The Environmental Protection Agency awarded the Port of Baltimore $3.5 million in stimulus funds to revamp or replace cargo equipment, under a program aimed at curbing diesel emissions.
The money will help “with the installation of clean-diesel technology in 142 pieces of diesel-powered equipment used for port operations,” the EPA said.
The Recovery Act gave the EPA $300 million to spread around the country in grants to cut diesel emissions in a wide range of projects covering city bus fleets, anti-idling facilities for cargo trucks, freight and passenger rail equipment and for ports.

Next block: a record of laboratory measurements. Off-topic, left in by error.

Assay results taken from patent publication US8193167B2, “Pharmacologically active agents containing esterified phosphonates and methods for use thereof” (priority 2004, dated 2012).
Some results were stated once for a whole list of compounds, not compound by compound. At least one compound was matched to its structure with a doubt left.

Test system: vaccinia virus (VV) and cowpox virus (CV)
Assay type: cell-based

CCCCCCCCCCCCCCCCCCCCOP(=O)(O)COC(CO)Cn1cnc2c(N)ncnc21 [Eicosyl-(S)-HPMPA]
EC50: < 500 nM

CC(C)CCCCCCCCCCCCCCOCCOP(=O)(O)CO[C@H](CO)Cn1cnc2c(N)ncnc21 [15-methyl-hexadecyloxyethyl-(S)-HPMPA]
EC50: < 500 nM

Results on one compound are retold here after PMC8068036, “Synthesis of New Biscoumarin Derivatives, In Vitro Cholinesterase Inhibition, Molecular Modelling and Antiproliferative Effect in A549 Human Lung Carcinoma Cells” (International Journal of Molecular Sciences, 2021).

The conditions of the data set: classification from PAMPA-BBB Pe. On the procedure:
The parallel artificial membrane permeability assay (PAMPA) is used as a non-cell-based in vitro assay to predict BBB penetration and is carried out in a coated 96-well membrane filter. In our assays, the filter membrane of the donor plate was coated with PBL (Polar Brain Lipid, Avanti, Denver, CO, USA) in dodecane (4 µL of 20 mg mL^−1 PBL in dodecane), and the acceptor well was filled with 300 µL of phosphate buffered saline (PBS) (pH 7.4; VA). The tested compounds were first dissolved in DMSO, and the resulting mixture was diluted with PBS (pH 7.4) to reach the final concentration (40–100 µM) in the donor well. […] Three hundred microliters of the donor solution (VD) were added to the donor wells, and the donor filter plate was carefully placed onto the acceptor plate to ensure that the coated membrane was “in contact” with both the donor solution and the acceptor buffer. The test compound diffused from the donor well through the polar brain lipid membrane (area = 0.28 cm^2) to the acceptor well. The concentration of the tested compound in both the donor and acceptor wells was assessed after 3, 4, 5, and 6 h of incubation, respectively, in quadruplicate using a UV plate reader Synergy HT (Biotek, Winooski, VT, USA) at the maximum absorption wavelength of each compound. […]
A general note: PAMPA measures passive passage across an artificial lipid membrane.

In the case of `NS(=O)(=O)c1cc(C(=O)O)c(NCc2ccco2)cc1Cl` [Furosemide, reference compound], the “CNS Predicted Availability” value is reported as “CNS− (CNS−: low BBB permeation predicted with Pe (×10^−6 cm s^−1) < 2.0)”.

Baltimore’s grant came out of a $16.1 million subset for which the EPA’s mid-Atlantic regional office handled 40 grant applications, so the port got about a fifth of that money.
Its plan would affect two harbor tugboats, seven locomotives, 50 short haul drayage trucks and 83 units of cargo handling equipment, using a variety of technological fixes that can cut diesel emissions up to 90 percent.
The EPA said the port’s plan includes repowering nine diesel engines, replacing 43 vehicles and pieces of cargo handling equipment, plus installing 83 exhaust controls and seven anti-idling devices. Those idle controls can shut down railcar switching locomotives and prevent them from just chugging out more exhaust when they are waiting long periods for their next assignment.
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